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Andrew Xnn

This is a good paper on Ice Drift acceleration paper:

IPCC climate models do not capture Arctic sea ice drift acceleration: Consequences in terms of projected sea ice thinning and decline

IPCC climate models underestimate the decrease of the Arctic sea ice extent. The recent Arctic sea ice decline is also characterized by a rapid thinning and by an increase of sea ice kinematics (velocities and deformation rates), with both processes being coupled through positive feedbacks. In this study we show that IPCC climate models underestimate the observed thinning trend by a factor of almost 4 on average and fail to capture the associated accelerated motion. The coupling between the ice state (thickness and concentration) and ice velocity is unexpectedly weak in most models. In particular, sea ice drifts faster during the months when it is thick and packed than when it is thin, contrary to what is observed; also models with larger long-term thinning trends do not show higher drift acceleration. This weak coupling behavior (i) suggests that the positive feedbacks mentioned above are underestimated, and (ii) can partly explain for the models underestimation of the recent sea ice area, thickness and velocity trends. Due partly to this weak coupling, ice export does not play an important role in the simulated negative balance of Arctic sea ice mass between 1950 and 2050. If we assume a positive trend on ice speeds at straits equivalent to the one observed since 1979 within the Arctic basin, first-order estimations give shrinking and thinning trends that become significantly closer to the observations.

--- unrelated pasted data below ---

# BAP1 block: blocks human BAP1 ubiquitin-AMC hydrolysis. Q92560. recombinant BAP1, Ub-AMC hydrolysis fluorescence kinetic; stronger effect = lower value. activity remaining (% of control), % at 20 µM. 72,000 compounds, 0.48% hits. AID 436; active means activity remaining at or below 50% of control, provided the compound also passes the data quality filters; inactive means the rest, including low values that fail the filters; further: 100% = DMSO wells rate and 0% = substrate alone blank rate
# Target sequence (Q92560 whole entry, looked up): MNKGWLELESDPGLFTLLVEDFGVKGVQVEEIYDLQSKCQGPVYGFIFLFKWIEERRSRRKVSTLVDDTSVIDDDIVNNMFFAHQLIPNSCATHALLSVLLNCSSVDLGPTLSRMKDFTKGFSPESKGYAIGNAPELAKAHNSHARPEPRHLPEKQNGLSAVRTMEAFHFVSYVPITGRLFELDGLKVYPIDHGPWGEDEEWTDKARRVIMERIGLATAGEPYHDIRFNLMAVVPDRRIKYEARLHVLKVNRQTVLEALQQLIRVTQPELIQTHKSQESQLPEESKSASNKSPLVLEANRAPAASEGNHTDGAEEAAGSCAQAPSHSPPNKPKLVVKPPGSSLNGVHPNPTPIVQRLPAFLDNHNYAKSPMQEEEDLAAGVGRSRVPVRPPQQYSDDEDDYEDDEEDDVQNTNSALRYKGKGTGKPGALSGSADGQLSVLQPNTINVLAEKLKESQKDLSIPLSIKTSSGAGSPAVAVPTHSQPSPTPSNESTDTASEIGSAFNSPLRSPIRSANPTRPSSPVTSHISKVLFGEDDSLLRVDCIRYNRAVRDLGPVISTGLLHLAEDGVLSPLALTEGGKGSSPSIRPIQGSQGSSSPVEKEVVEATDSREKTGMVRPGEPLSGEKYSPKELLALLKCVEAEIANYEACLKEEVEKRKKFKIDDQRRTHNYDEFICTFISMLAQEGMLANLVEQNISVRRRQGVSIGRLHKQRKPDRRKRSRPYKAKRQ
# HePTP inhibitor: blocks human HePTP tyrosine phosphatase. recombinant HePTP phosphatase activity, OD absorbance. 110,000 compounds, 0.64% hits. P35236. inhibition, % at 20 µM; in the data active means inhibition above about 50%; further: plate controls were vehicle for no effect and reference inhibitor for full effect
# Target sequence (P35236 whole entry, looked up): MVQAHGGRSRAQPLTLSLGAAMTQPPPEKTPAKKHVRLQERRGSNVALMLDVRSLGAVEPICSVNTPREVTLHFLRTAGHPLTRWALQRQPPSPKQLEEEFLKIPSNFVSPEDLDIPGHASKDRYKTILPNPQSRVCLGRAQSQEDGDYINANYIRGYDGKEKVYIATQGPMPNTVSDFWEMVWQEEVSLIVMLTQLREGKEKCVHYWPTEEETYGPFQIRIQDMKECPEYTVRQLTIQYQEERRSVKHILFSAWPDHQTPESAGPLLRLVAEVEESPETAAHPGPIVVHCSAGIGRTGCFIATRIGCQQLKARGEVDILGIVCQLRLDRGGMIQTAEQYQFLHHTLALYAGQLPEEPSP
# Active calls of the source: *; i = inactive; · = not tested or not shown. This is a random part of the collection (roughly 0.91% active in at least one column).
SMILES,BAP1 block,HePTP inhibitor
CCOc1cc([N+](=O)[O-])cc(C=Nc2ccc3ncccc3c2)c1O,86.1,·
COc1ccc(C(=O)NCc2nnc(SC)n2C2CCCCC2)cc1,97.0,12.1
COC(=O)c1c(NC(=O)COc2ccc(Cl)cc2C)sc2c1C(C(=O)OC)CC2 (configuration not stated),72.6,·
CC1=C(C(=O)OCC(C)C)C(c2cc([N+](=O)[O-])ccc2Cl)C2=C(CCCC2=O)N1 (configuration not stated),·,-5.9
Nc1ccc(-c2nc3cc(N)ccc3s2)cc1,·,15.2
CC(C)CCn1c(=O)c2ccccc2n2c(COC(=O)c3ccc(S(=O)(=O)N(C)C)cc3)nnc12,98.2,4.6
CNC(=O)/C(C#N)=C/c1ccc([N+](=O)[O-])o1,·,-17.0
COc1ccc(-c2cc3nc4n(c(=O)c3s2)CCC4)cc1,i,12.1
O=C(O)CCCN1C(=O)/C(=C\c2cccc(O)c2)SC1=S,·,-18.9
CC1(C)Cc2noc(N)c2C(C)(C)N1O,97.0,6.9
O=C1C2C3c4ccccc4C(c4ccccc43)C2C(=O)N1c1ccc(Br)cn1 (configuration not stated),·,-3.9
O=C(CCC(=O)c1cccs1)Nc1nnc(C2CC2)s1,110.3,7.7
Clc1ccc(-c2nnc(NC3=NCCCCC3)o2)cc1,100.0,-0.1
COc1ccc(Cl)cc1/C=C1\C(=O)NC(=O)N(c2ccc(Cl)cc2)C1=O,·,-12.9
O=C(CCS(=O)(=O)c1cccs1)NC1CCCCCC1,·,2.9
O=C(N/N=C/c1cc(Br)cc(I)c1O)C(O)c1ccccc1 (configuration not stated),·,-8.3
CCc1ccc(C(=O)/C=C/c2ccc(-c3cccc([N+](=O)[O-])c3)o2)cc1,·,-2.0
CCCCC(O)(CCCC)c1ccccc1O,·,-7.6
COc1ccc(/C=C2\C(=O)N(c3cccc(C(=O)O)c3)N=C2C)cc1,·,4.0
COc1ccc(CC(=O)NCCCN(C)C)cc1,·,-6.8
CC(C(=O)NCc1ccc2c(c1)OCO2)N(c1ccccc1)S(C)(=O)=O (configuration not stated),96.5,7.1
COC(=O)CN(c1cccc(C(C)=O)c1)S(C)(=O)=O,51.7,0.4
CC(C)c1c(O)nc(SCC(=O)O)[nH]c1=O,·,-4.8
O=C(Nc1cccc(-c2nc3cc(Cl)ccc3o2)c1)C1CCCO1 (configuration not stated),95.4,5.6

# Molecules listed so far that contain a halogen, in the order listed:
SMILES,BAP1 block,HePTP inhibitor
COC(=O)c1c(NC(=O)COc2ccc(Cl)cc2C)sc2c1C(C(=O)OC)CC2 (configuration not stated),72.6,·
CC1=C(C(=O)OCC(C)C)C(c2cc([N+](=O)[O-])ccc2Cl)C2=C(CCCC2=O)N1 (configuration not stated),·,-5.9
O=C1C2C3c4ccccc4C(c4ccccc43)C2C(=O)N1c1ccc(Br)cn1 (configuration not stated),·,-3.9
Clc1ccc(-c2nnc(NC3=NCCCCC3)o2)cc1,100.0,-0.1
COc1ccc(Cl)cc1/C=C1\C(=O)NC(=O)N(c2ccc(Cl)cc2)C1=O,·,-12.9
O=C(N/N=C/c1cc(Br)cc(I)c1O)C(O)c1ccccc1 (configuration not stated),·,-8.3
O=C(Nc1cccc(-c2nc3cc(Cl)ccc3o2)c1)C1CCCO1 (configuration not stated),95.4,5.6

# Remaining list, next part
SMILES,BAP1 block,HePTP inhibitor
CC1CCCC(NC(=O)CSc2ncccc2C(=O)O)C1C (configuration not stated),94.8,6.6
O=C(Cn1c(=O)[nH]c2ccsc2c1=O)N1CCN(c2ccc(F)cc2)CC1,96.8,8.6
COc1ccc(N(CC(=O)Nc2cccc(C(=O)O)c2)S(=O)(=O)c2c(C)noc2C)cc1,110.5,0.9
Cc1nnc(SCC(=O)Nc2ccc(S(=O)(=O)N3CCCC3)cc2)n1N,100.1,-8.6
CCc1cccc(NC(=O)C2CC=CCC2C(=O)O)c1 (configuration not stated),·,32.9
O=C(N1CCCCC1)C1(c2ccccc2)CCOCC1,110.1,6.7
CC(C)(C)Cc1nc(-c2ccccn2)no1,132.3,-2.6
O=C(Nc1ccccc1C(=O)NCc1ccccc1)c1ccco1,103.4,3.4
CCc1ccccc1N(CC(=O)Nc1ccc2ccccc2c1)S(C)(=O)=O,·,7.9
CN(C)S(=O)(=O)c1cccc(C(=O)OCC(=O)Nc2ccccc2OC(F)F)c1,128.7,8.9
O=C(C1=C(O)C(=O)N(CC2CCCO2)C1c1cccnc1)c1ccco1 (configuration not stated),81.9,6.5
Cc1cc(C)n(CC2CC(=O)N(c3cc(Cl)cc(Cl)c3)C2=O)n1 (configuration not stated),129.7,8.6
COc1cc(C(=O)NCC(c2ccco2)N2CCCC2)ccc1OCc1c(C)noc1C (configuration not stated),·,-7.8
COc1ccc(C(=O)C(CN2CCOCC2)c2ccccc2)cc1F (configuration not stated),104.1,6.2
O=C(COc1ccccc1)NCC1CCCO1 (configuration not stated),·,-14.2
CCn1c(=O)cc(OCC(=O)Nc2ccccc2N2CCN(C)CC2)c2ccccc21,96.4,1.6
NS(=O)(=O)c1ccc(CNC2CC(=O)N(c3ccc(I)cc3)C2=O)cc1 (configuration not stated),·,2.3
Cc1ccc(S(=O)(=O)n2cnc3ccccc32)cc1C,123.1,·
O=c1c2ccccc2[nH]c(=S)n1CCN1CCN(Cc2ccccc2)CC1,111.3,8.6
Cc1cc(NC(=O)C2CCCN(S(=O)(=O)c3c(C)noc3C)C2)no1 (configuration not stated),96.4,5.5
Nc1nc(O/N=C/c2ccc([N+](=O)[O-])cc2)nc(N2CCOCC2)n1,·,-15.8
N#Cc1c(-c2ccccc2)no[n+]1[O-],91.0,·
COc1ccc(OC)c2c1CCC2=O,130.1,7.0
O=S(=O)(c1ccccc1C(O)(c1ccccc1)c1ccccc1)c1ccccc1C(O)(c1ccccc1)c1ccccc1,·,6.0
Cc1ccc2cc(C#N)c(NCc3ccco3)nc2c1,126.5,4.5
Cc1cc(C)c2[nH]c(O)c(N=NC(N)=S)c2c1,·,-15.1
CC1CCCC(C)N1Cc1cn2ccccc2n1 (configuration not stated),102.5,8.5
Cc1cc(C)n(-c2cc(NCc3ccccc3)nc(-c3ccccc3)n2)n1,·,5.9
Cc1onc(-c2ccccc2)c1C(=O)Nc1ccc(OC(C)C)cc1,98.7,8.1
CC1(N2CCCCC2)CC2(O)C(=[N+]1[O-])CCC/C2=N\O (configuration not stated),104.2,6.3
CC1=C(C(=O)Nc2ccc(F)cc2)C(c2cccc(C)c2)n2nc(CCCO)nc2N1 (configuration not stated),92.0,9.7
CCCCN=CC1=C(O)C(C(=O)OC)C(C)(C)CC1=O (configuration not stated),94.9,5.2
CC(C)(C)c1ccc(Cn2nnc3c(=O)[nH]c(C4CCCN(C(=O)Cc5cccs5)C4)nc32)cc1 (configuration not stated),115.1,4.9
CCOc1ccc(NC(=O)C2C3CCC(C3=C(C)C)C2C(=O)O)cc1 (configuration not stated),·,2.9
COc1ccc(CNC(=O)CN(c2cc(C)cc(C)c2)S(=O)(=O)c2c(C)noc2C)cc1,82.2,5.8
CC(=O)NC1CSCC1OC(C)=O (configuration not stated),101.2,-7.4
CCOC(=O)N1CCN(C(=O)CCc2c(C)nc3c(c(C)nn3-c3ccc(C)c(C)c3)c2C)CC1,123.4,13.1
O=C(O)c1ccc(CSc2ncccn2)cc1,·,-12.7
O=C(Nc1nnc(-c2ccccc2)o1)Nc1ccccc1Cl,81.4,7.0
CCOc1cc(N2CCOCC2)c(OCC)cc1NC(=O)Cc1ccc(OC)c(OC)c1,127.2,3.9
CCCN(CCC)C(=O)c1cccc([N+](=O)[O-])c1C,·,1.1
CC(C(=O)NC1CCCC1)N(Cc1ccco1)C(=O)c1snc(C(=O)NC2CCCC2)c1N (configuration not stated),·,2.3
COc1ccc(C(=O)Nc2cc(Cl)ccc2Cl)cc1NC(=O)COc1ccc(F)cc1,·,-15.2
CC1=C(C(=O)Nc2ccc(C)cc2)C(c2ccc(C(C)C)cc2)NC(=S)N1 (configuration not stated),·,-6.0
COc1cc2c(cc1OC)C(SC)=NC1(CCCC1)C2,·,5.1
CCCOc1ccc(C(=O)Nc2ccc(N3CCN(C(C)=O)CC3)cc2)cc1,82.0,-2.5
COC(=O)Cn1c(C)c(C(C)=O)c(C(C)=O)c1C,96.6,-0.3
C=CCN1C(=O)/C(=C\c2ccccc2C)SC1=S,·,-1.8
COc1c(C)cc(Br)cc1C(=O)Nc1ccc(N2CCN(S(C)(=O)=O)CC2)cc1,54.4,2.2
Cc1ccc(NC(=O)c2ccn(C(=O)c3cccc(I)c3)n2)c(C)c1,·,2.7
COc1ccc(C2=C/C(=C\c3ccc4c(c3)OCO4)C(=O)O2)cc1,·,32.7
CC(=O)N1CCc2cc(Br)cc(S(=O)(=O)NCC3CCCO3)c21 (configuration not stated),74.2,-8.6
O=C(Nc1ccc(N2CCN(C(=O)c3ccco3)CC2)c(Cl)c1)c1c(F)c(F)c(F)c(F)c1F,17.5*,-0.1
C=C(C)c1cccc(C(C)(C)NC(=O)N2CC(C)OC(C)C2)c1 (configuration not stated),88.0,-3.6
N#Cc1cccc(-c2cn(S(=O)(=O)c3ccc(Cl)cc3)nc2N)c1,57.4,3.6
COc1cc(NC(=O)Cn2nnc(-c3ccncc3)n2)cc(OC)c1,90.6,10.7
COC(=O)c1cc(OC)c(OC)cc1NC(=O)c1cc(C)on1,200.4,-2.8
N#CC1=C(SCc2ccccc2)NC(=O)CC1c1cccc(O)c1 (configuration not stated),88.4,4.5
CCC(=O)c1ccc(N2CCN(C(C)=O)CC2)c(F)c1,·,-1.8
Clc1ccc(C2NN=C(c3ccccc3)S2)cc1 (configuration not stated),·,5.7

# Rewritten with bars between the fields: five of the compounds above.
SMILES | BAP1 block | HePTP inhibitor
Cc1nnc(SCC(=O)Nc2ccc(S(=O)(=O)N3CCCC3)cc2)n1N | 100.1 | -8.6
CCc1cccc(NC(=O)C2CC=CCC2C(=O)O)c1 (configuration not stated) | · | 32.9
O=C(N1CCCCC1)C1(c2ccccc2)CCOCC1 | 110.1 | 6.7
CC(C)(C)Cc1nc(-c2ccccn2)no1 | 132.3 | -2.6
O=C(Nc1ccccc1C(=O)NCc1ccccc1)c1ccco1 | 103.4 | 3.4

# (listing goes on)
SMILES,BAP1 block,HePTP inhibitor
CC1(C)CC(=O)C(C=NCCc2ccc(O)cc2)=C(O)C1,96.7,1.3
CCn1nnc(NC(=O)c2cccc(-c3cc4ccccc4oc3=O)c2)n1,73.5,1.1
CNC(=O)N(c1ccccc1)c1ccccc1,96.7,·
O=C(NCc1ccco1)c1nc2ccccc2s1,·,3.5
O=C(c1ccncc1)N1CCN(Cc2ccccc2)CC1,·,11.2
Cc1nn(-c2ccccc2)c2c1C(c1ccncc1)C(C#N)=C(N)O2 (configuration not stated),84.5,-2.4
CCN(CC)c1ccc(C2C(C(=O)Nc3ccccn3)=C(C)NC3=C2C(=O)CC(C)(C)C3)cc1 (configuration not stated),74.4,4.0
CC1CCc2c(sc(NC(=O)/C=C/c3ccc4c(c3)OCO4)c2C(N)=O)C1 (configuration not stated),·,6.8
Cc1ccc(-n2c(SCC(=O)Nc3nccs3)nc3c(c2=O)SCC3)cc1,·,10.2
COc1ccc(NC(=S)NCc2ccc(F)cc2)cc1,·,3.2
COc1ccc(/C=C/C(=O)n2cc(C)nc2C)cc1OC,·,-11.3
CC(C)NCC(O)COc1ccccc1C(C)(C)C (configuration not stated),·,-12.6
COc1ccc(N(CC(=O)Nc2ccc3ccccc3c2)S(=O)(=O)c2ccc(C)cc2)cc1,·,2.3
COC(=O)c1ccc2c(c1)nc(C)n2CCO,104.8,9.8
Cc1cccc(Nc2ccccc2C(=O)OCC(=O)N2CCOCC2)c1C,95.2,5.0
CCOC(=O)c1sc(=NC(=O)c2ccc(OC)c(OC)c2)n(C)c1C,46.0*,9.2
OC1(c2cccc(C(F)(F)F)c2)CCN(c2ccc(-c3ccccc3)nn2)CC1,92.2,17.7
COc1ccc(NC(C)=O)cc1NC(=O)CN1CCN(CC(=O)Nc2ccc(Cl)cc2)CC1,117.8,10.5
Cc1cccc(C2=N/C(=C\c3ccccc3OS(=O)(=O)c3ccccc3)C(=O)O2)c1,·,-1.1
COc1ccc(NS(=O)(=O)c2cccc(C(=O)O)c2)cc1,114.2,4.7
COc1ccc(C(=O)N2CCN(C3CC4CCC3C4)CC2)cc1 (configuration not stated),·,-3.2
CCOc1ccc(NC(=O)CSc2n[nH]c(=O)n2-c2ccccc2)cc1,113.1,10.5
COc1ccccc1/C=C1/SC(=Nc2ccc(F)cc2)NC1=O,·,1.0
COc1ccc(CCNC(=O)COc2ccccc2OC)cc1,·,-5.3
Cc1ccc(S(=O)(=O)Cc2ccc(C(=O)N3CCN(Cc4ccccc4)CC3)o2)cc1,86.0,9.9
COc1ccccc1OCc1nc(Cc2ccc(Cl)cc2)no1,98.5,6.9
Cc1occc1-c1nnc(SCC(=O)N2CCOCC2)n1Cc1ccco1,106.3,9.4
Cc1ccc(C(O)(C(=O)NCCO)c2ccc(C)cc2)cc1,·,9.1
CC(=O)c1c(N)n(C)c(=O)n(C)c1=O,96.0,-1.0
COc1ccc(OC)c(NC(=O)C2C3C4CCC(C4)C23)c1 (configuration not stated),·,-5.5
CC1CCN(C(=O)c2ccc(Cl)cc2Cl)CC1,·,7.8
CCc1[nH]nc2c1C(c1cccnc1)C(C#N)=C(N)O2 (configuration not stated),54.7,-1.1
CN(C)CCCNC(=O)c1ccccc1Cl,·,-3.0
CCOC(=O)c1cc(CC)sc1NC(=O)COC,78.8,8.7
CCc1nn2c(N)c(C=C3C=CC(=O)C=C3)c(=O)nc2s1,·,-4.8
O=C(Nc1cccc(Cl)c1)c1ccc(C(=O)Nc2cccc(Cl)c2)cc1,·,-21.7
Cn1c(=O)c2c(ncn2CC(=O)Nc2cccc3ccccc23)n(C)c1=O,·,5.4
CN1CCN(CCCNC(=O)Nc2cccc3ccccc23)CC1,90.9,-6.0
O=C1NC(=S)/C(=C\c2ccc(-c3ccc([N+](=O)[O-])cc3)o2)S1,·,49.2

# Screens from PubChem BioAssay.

Thanks, Andrew. I will summarize this paper this week.

Belchansky et al., 2008: Fluctuating Arctic Sea Ice Thickness Changes Estimated by an In Situ Learned and Empirically Forced Neural Network Model


Pete Williamson

I don't know what you call this. It's not really presenting new data, it isn't a comprehensive review, I think it's something like an opinion piece.

From BAMS Feb 2012 by Polyakov,Walsh and Kwok

It's looking at the evidence for dynamic and thermodynamic processes having a role to play in recent declines in arctic sea ice thickness. Accessible to an amateur like me.


Thanks a lot, Diablo and Pete.

Hi Pete.

I don´t agree Belchansky 2008 is "an opinion piece".
In my opinion, Belchansky et al. 2008 is interesting because it uses an alternative approach to estimate SIT during the period previous to the "new arctic state". And it offers a complete review of an elusive parameter as thickness, and its relations with AO and other factors. It shows where we come from.

Of course, Polyakov´s paper you quote is also very interesting and more updated (it was reported by Neven here: )

Kwok 2011, The thinning of arctic sea ice:


Ramapl et al. is up. Very interesting paper.

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